Wielding such technology, it must be noted, is not an onstage novelty. On Broadway, productions of “Network,” “Oklahoma!” and “Here Lies Love” in recent years have used cameras to simulcast actors’ performances to sizable screens, allowing even cheap-seats patrons to inspect a performer’s every pore. The Kennedy Center’s “Tick, Tick … Boom!” revival deployed the same technique when it officially opened Sunday night, 24 hours before Round House christened “Next to Normal” a few miles up Wisconsin Avenue.
But while “Tick, Tick … Boom!” used projections to scale up a modest show for a sprawling space, director Alan Paul is more interested in unabashed immersion at Round House’s intimate Bethesda venue, splashing the stage with a blend of prerecorded and live-streamed images of his impeccable six-person cast. If bungled, the flourish could undercut Tom Kitt and Brian Yorkey’s alt-rock masterpiece, which claimed the 2010 Pulitzer Prize for drama. Instead, it sharpens this affecting portrait of a bipolar matriarch drowning in grief and the ripple effects of her struggle.
As Olivera’s Diana descends into delusion, the projections visualize her overwhelmed head space like a David Lynchian fever dream. At certain points, the pictures capture actors from inventive angles or cleverly merge images of characters on parallel journeys. At others, they coat a ghostly figure in a spectral hue. Although Wilson Chin’s living room set mostly serves as a canvas for those projections, Paul uses its scaffolded stairwell, a circular second-story doorway and the long window peering backstage to dynamically arrange the show’s myriad overlapping conversations.
A co-production with Massachusetts’s Barrington Stage Company, where Paul was appointed artistic director in 2022 after spending a decade-plus in Washington, “Next to Normal” also serves as a sterling showcase for D.C.-area talent. Kevin S. McAllister imbues Diana’s concerned husband, Dan, with rich vocals and heart-wrenching pathos. Sophia Early endearingly inhabits their overachieving teenage daughter, while Ben Clark charms as her roguish boyfriend. And Lucas Hinds Babcock (the only out-of-town actor) commands the stage as Diana and Dan’s son — especially when delivering an empowered rendition of the haunting toe-tapper “I’m Alive.”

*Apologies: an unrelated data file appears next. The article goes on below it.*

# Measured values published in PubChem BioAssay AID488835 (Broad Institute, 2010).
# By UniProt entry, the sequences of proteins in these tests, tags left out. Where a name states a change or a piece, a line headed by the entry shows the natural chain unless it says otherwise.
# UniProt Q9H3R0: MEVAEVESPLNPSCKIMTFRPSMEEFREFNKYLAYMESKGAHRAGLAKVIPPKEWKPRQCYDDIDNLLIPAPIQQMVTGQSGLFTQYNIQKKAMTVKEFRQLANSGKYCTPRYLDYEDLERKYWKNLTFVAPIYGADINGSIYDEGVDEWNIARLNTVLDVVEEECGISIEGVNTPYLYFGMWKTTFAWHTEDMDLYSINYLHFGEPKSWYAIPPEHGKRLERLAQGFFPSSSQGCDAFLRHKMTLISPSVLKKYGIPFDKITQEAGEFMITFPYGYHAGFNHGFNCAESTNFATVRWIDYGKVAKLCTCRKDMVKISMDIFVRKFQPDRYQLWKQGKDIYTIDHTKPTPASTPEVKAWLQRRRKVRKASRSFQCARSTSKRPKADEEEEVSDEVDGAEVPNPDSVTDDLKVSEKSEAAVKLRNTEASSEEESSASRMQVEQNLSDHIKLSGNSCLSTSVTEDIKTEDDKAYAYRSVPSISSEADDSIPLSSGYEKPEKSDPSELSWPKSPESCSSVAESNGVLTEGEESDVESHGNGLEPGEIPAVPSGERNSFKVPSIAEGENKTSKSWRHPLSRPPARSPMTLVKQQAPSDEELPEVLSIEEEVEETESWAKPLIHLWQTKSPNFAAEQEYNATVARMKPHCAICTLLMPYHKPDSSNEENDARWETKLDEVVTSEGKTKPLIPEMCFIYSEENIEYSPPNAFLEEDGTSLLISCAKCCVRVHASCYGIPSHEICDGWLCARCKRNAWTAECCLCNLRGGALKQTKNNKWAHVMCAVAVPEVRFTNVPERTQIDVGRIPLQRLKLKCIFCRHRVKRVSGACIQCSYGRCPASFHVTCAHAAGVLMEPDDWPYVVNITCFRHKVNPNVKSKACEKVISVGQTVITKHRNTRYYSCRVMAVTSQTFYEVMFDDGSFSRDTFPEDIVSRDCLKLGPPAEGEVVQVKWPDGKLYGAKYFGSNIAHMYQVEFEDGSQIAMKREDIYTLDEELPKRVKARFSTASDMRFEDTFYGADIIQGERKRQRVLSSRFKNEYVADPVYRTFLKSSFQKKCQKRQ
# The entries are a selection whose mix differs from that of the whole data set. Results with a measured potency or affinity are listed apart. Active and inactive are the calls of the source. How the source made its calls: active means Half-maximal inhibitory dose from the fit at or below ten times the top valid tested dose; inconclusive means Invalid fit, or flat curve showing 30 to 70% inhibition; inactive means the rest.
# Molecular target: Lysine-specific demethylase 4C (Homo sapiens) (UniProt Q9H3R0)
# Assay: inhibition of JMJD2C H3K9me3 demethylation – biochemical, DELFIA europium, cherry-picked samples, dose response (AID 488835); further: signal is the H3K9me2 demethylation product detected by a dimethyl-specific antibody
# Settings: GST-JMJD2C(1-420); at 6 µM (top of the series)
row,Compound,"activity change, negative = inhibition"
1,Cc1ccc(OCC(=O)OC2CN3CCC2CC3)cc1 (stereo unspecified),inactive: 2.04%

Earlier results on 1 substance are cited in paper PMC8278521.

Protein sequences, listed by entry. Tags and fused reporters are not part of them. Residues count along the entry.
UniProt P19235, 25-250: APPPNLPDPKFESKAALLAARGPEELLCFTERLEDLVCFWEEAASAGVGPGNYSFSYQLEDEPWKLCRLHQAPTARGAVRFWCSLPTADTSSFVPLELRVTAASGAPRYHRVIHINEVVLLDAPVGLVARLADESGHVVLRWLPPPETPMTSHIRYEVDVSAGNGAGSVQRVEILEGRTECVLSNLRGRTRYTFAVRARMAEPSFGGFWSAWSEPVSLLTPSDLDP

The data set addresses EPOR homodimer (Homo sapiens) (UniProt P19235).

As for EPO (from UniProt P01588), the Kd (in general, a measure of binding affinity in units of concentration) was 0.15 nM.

As for Olivera, the gifted comic actor plays Diana’s unmoored mentality with understated restraint. By the time we get to her aching Act 1 solo “I Miss the Mountains,” Olivera has already won the audience’s unconditional compassion. The show’s musical peak arrives shortly after, when McAllister’s polished voice harmonizes handsomely with Babcock’s more rock-rooted vocals on “I Am the One,” a yearning anthem of crumbling connection.
Eamon Foley’s choreography is smartly unfussy, allowing the music’s electric rhythms to pulsate through the performers. Christopher Youstra oversees a sharp six-member band, though one does occasionally wish for a bigger sound to accommodate the Tony-winning score, featuring music by Kitt and lyrics by Yorkey (who also penned the musical’s book). In addition to accentuating Hussong’s projections, lighting designer Sherrice Mojgani helps memorably introduce Calvin McCullough’s Dr. Madden — a physician boasting a rock-star reputation and an affinity for electroshock therapy — with striking neon flashes.
In illuminating Diana’s journey, “Next to Normal” sheds light on the importance of not suppressing or denying grief but learning to accept it and forge ahead. It speaks to the endurance of Kitt and Yorkey’s work, and the precision of Paul’s staging, that such a heavy message still rings true amid this production’s bells and whistles. Addressing why people reflect on their trauma, Early and Clark’s youthful characters sing a response that may as well be printed on the receipt for every “Next to Normal” ticket sold: “It’s the price we pay to feel.”
Next to Normal, music by Tom Kitt, book and lyrics by Brian Yorkey. Directed by Alan Paul. Choreography, Eamon Foley; music direction, Christopher Youstra; sets, Wilson Chin; costumes, Helen Huang; lighting, Sherrice Mojgani; sound, Ken Travis; projections, Nicholas Hussong. About 2 hours 20 minutes. Through Feb. 25 at Round House Theatre, 4545 East-West Hwy., Bethesda. roundhousetheatre.org.